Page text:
give a plastic surface a metallic luster for decorative
reasons, since large sections of the market like the
glitter of metals. It is in fact impossible to tell by appearance whether a chromium-plated object is made
of metal or plastic; the difference can be felt only by
[ * ] Dr. K . Heymann, Dip1.-Phys. W. Riedel, and Dr. G. Woldt
Schering AG, Galvanotechnik
1 Berlin 65, Postfach 59 (Germany)
Angew. Chem. internal. Edit.
1 Vof. 9 (1970) 1 No. 6
Fig. 1.
Chassis of ABS plastic (Bosch Elektronik GmbH. Berlin).
practice that the same result can be achieved by injection molding of the chassis in one operation, followed by electroplating (Fig. 1). The metal deposit is
electrically conductive. Contacts can be made as
before if soldering is carried out quickly and without
too much heat.
copper or nickel reduction bath is possible only if
electrons can be transferred from the reducing agent
to the metal ions to be reduced via the solid phase. For
this to happen, the solid phase must be a good electronic conductor and allow fast electron exchange.
This condition is satisfied by many metals; however,
noble metals are preferred since they can be deposited
particularly readily in the cavities in the plastic by
reduction of their ions. It is also possible to apply
colloidal noble metals to the surface of the plastic.
In other cases a metal deposit is desirable to prevent
static build-up. Other uses are discussed in Section 4.
As long as there have been plastics, there have been
efforts to electroplate them 111. Plastics, like other
nonconductors, clearly require petreatment to make
them electrically conductive for the plating operation.
The surface must first be made wettable and active,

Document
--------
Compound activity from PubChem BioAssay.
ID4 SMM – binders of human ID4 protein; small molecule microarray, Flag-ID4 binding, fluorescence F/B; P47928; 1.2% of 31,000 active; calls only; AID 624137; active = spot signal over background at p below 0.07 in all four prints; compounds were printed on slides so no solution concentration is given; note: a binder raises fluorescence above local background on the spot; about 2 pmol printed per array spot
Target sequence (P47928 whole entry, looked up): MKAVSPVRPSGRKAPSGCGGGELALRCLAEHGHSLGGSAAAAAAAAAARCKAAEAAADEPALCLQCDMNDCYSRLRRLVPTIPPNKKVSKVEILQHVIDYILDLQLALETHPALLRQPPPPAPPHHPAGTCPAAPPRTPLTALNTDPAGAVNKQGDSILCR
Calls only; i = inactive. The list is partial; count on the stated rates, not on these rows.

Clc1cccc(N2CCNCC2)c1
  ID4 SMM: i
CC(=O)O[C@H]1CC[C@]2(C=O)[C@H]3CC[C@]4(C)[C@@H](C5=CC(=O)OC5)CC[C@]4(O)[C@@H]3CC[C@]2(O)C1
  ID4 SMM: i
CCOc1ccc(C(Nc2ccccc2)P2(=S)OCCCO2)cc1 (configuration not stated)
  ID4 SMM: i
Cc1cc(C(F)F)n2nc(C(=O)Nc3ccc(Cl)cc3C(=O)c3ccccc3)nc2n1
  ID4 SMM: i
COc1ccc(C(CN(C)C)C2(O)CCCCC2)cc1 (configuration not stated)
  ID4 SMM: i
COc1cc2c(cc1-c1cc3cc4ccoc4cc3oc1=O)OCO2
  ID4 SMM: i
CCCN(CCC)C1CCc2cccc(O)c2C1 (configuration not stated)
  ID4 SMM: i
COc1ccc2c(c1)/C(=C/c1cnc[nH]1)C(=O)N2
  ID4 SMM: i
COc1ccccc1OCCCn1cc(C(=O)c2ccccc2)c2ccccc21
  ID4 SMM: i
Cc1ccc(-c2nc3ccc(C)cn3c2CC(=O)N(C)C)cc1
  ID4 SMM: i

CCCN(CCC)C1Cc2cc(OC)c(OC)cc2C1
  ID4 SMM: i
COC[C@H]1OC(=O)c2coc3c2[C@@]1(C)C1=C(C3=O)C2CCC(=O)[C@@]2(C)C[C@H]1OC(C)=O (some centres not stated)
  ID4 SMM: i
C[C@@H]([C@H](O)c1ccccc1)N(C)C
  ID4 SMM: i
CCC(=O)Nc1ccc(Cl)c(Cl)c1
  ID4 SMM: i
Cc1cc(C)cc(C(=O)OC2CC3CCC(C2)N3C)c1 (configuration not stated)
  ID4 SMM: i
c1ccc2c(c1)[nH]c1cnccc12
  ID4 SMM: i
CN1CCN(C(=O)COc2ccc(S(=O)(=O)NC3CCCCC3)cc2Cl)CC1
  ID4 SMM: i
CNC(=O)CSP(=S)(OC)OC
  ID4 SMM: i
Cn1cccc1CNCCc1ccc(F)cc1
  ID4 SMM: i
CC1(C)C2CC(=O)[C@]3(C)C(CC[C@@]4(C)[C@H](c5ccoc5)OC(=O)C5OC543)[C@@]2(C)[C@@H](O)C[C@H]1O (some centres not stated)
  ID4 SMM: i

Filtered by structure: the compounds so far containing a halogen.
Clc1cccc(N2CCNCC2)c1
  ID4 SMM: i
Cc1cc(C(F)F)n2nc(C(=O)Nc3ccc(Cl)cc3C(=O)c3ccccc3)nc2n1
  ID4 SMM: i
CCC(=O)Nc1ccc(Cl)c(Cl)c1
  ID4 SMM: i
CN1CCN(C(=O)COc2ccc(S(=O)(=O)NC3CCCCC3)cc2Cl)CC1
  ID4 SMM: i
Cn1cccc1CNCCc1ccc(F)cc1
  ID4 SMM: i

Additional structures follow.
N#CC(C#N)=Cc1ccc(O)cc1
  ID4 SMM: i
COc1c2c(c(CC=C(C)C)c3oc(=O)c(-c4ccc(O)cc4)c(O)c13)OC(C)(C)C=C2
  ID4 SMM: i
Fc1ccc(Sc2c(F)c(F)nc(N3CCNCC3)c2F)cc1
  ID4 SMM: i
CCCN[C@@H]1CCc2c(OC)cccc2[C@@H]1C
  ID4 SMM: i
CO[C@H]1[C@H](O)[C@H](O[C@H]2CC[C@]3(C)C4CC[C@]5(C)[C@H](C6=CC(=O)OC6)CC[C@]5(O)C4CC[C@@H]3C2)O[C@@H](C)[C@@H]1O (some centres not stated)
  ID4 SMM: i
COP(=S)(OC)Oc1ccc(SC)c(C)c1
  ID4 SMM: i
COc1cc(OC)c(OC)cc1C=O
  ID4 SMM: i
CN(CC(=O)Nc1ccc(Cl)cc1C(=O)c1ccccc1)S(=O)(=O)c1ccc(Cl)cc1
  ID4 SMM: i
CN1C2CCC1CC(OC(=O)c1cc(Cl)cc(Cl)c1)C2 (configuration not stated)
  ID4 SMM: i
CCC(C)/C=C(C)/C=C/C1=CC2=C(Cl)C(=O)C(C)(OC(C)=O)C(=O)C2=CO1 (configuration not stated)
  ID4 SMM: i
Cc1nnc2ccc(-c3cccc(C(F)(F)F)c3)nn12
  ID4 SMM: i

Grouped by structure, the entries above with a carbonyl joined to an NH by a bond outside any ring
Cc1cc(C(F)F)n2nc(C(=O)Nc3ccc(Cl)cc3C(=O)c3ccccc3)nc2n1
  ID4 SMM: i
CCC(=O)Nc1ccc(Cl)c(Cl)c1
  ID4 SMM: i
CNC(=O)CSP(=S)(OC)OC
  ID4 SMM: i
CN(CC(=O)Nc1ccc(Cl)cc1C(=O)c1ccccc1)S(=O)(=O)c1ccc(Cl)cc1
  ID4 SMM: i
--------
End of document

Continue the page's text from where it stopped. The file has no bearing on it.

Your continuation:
and then covered with a thin film of metal in electroless
baths. Though promising methods were known [I 21,
all efforts remained unsuccessful for years, since an
adhesive bond could not be produced between the
plastic and the electrochemically applied metal film.
Conducting lacquers seemed for a time t o offer a
suitable bonding substance, but this plan failed
because the conducting lacquer rounded the contours
of the surfaces, and the metal pigments could not be
uniformly exposed and built up by electrodeposition.
Around 1964, it was found by the work of Narcus r31,
Saubestre [41, and investigators a t Marbon Chemical 1 5 ~ 5 1 that ABS plastics (acrylonitrile-butadienestyrene graft polymers) are excellently suited for electroplating. On this basis and with steady improvement of the pretreatment methods, the electroplating
of plastics was developed in only five years into an
industrially recognized process 171.
2. The Plating Processes
The sequences of operations involved in the electroplating of plastics are summarized in Table 1. For the
first step of the pretreatment, i.e. etching, the ABS
objects are mounted on jigs and immersed in chromosulfuric acid at 65 “C. This makes the surface of the
plastic hydrophilic, and the butadiene units are oxidatively degraded. Cavities are formed at these points,
and these later provide mechanical anchorage for the
Table 1 . Sequence of operations in varlous methods for the electroplating of ABS and zinc die castings.
Etch activation
Zinc die castings
Cleaning in
Activation Sn2
Activation Pd2+
Chem. deposition
of Ni
Ag+ or Pd2+
Reduct ion
9. Chem.
of Cu or Ni
of Cu or Ni
The production of the noble metal particles that
catalyze the chemical deposition of metal is known in